Modern Service Management - The importance of the Customer Journey

A businesswoman in discussion with clients

ITIL® 4 brought many modern concepts and approaches to Service Management. Many of those were previously thought to be exclusive to other areas like marketing and customer service.

In this blog post, Airan Romero Savinon, Chief Operating Officer at Openser will cover the concept of consumer and the customer journey and how it can be applied to a very popular IT function: Service Desk.

The concept of consumer

One of the most important additions to ITIL 4 is the concept of value co-creation. In previous publications, value creation was expressed as an exclusive activity for the Service Provider. In practice Service Management professionals always knew that true value creation also required the participation of the organization receiving the service.

Establishing that relationship requires to look deeper into the definition of the types of consumer within an organization: Customer, User and Sponsor.

  • The Customer is the person responsible for defining the service requirements and for the outcomes of consuming the service.
  • The User is the person that will use the service.  
  • Finally, the Sponsor is the person that authorizes budget for service consumption or provides financial or non-financial support for an initiative.  

Each of these roles will have different perspectives and priorities regarding how the service should be delivered. The Sponsor might be entirely focused on how many resources will be invested while the Customer could be entirely focused on whether the service delivers the expected outcomes. Lastly, the User’s expectations could be as simple as the service being easy to use.

Service providers need to manage those expectations and priorities in order to be truly effective in the delivery of value.

The Customer Journey

The customer journey essentially covers the whole experience consumers have throughout the consumption of a service. We must keep in mind that this is relevant to all the three consumer types. Therefore, we could have three separate customer journeys. This is key for the service to become a successful endeavor.

Another point to keep in mind is that when consumers experience a service, they will most likely get in touch with more than one Service Provider, each one of them responsible for a different section of the overall service. This presents a very particular challenge that often requires cooperation among all the Service Providers involved with the guidance of the Customer role (as a service orchestrator) to provide a cohesive experience to the end user. For example, in the case of a Service Desk, common service providers involved in the delivery of the service are tool vendors and training providers. In a CX-focused Service Desk, it would be expected (and probably required) that the tool supports customer experience best practices and that the training provider is capable of training agents with the same philosophy. A disconnection in any of these elements could lead to an inconsistent or misaligned service that does not fulfill the expectations of the Customer.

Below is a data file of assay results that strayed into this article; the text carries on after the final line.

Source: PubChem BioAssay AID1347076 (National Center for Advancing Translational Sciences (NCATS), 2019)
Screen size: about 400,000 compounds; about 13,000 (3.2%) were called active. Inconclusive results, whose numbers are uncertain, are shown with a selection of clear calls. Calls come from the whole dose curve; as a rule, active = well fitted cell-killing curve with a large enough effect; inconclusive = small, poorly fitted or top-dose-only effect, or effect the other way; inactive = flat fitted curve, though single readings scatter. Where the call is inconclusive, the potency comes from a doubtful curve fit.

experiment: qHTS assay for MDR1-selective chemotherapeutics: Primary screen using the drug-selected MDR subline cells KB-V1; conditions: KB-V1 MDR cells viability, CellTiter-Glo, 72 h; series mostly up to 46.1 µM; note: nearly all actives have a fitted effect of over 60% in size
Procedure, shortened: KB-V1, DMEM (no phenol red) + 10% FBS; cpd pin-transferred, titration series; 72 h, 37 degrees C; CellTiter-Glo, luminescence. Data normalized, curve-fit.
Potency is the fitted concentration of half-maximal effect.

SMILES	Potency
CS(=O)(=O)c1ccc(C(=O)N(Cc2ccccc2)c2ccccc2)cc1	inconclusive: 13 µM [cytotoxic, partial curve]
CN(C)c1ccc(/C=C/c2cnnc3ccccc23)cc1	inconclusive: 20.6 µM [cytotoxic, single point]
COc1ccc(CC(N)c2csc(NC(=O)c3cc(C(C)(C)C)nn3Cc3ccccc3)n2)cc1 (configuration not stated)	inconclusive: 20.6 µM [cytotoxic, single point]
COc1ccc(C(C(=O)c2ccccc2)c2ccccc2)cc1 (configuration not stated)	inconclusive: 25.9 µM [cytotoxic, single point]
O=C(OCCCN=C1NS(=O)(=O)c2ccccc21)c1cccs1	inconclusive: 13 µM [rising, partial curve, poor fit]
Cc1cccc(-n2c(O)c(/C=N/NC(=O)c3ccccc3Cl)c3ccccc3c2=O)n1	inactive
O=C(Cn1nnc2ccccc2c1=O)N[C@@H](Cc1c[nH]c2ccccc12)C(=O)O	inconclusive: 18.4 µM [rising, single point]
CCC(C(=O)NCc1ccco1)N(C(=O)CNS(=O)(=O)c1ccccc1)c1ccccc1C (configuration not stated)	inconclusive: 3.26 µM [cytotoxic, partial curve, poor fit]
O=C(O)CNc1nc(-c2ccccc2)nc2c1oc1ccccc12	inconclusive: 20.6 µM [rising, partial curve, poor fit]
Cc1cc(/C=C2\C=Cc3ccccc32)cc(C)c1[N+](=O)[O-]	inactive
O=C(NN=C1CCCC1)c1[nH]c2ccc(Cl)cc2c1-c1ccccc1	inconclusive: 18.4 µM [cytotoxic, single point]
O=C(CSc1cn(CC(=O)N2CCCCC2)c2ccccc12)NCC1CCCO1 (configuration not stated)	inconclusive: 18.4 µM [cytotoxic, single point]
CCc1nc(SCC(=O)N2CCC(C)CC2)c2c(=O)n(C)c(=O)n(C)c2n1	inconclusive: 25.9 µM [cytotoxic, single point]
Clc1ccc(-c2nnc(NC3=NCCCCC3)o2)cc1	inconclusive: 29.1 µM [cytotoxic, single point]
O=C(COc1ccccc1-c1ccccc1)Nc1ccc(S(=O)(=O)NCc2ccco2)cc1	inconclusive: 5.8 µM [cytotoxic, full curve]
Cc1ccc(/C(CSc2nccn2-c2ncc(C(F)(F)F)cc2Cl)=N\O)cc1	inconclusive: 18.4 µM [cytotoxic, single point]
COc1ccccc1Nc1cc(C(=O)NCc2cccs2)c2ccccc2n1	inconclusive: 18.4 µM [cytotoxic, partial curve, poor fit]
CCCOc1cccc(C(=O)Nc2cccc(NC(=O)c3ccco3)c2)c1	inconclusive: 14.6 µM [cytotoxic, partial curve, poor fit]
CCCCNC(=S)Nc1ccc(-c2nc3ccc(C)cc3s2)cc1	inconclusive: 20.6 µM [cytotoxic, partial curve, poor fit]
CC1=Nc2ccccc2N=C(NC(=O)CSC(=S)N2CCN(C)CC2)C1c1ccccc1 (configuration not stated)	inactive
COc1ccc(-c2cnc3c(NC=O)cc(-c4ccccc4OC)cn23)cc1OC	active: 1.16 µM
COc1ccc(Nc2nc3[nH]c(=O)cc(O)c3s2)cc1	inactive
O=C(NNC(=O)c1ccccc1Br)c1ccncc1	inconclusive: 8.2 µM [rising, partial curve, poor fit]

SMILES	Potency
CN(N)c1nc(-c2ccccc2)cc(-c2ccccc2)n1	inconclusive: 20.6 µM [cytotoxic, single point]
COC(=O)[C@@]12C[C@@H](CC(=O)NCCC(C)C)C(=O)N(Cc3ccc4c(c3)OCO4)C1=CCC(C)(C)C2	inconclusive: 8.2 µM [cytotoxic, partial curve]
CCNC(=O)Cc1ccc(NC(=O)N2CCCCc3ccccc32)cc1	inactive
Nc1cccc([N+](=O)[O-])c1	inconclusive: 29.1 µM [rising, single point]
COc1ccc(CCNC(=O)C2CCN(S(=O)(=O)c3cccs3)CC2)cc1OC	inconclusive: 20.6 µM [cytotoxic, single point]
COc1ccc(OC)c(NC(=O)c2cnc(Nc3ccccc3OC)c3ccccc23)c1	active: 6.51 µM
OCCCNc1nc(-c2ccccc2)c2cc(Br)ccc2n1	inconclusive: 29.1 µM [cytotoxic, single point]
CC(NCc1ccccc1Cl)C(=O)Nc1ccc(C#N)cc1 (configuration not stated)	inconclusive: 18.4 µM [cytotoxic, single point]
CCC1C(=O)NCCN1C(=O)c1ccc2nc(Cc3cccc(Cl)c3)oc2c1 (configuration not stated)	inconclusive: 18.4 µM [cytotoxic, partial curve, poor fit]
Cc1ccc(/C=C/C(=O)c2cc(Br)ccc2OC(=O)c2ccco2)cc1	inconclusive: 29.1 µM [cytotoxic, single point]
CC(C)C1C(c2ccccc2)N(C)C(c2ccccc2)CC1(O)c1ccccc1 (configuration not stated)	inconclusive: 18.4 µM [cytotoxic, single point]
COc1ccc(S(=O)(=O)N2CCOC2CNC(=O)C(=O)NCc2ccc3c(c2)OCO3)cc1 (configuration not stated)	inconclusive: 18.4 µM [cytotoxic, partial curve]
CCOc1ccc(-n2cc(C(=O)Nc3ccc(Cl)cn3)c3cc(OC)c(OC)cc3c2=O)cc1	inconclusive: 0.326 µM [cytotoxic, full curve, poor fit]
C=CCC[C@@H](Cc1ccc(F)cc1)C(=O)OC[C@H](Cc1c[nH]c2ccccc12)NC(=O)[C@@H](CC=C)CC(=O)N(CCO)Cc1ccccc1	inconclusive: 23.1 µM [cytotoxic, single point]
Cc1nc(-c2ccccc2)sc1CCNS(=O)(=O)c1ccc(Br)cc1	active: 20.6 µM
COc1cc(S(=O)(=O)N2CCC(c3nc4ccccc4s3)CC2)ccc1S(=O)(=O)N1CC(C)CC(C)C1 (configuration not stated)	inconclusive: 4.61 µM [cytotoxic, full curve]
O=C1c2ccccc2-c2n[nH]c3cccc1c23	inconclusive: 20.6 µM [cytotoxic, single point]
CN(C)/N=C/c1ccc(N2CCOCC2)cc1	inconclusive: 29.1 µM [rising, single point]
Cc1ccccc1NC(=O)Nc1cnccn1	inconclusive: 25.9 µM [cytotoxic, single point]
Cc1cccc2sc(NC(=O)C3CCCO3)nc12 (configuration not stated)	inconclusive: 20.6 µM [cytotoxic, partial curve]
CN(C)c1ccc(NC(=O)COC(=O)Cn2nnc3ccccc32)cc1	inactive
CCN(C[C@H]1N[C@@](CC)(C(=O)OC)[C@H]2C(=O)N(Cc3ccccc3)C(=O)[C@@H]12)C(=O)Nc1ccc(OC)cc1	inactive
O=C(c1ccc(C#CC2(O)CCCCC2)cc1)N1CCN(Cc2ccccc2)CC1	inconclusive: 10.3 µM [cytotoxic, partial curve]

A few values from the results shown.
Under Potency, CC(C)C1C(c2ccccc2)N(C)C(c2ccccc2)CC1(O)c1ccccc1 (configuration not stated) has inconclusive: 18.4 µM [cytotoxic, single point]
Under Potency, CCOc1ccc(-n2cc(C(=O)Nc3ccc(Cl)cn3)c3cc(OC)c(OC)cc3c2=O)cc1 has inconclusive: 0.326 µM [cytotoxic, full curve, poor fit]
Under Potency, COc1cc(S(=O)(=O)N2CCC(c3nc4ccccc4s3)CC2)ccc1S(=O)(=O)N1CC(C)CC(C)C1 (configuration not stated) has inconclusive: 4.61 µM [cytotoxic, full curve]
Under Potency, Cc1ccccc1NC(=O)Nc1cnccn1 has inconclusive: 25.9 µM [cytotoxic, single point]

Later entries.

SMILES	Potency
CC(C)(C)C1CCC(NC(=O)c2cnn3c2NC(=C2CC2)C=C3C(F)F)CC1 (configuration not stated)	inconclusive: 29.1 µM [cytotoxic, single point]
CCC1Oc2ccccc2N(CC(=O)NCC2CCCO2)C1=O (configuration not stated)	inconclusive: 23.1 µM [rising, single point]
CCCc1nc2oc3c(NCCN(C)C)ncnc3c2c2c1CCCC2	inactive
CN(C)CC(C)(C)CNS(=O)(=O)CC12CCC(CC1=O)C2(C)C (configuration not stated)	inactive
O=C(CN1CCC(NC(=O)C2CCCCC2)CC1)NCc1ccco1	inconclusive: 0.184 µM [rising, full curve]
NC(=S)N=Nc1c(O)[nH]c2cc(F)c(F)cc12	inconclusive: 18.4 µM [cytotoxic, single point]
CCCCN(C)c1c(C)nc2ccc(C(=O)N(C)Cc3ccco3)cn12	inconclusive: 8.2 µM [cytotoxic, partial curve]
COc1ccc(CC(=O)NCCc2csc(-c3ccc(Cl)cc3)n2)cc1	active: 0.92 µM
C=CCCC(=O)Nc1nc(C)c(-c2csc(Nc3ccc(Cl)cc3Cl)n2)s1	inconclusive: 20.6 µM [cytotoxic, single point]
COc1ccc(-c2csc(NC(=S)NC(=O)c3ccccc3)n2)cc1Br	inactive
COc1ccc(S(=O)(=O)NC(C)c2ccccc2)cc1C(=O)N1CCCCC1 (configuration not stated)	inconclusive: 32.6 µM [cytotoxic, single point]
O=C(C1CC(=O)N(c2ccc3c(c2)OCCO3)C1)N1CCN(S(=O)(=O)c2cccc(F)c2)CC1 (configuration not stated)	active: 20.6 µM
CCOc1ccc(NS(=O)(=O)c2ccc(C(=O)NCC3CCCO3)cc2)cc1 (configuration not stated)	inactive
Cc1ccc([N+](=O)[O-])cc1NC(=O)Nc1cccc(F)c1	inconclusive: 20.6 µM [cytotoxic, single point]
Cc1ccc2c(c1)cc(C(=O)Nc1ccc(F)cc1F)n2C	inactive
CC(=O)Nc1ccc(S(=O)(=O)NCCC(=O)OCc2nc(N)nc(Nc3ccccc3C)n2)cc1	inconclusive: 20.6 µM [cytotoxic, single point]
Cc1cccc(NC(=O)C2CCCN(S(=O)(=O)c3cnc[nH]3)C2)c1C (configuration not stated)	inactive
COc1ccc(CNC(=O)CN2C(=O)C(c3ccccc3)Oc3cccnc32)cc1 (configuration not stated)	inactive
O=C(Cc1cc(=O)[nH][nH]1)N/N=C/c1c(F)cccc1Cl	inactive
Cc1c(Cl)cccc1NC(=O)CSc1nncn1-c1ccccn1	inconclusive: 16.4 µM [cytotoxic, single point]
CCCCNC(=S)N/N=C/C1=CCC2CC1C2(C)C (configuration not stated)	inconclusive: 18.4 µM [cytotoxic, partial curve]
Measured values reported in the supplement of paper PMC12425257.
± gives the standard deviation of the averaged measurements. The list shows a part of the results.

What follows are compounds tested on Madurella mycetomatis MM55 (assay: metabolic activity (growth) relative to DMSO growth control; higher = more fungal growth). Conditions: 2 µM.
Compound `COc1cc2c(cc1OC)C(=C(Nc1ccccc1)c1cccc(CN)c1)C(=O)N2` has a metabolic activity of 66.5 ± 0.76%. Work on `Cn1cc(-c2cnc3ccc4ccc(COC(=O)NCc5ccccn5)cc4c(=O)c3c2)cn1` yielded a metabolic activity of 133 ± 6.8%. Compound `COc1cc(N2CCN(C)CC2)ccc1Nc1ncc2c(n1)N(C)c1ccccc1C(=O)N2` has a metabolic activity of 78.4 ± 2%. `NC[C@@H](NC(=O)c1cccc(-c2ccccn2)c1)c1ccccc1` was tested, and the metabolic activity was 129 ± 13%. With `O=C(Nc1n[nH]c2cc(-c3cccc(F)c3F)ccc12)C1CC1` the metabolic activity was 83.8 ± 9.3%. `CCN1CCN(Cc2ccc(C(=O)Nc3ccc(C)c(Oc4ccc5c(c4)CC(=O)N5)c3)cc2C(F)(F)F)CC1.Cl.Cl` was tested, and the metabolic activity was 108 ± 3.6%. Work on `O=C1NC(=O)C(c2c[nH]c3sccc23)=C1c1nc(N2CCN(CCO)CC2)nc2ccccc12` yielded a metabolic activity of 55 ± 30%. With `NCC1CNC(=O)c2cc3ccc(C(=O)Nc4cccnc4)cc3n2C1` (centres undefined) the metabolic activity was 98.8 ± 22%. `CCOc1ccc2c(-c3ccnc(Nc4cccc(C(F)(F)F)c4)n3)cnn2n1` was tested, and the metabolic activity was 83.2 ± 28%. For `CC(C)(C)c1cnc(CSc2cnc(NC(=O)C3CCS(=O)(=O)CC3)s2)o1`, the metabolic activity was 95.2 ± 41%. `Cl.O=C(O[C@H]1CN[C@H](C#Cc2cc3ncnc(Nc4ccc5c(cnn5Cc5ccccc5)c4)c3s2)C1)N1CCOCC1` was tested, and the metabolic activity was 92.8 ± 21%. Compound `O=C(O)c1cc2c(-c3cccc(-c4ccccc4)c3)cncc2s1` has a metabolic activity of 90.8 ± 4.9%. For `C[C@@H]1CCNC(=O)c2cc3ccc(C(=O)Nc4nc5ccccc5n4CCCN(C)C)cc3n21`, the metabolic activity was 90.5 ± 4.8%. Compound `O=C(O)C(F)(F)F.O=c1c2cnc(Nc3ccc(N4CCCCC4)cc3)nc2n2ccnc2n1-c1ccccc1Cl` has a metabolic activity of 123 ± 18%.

The customer journey should be mapped so both, providers and consumers, can fully understand it and find opportunities to improve.

Touchpoints and Service Interactions

This mapping approach uses two main concepts to help understand the customer experience: Touchpoints and service interactions. The first one describes any event where a consumer might get in contact with the service provider through the service. The second one is used to define actions where value is co-created between the consumer and the service provider.

The key distinction between Touchpoints and Service interactions is the capability of the consumer to interact directly with the service provider. This could be a simple conversation between both parts all the way to an actual transfer of goods.

Examples for touchpoints could be:

  • Service provider’s website
  • Service provider’s incident management web portal
  • The IVR system

Examples for service interaction could be:

  • Phone calls
  • Automated and non-automated e-mail communication
  • Incident closure notification (automated and non-automated)
  • Satisfaction survey

Customer Experience concepts and the Service Desk

To fully understand the customer experience, the service provider needs to identify every single situation where the consumer is exposed to its service, product or brand. Taking the Service Desk as an example, a service provider could identify all the User’s touch points and service interactions to guide it’s continual Improvement efforts and then focus those on the customer experience.

Identifying these and their place within the Service Management practices can help focus the efforts to where they matter the most and customize the experience to the way customer wants and needs it. This approach also reduces the risk of overlooking important details from the perspective of the customer and allows value expression in the ways they expect it.

It is essential that the customer journey is a cohesive experience for the end user and the Service Desk often acts as the first and last service interaction point. Therefore, the Service Desk is an excellent starting point for organizations to start implementing a customer experience approach to its services.

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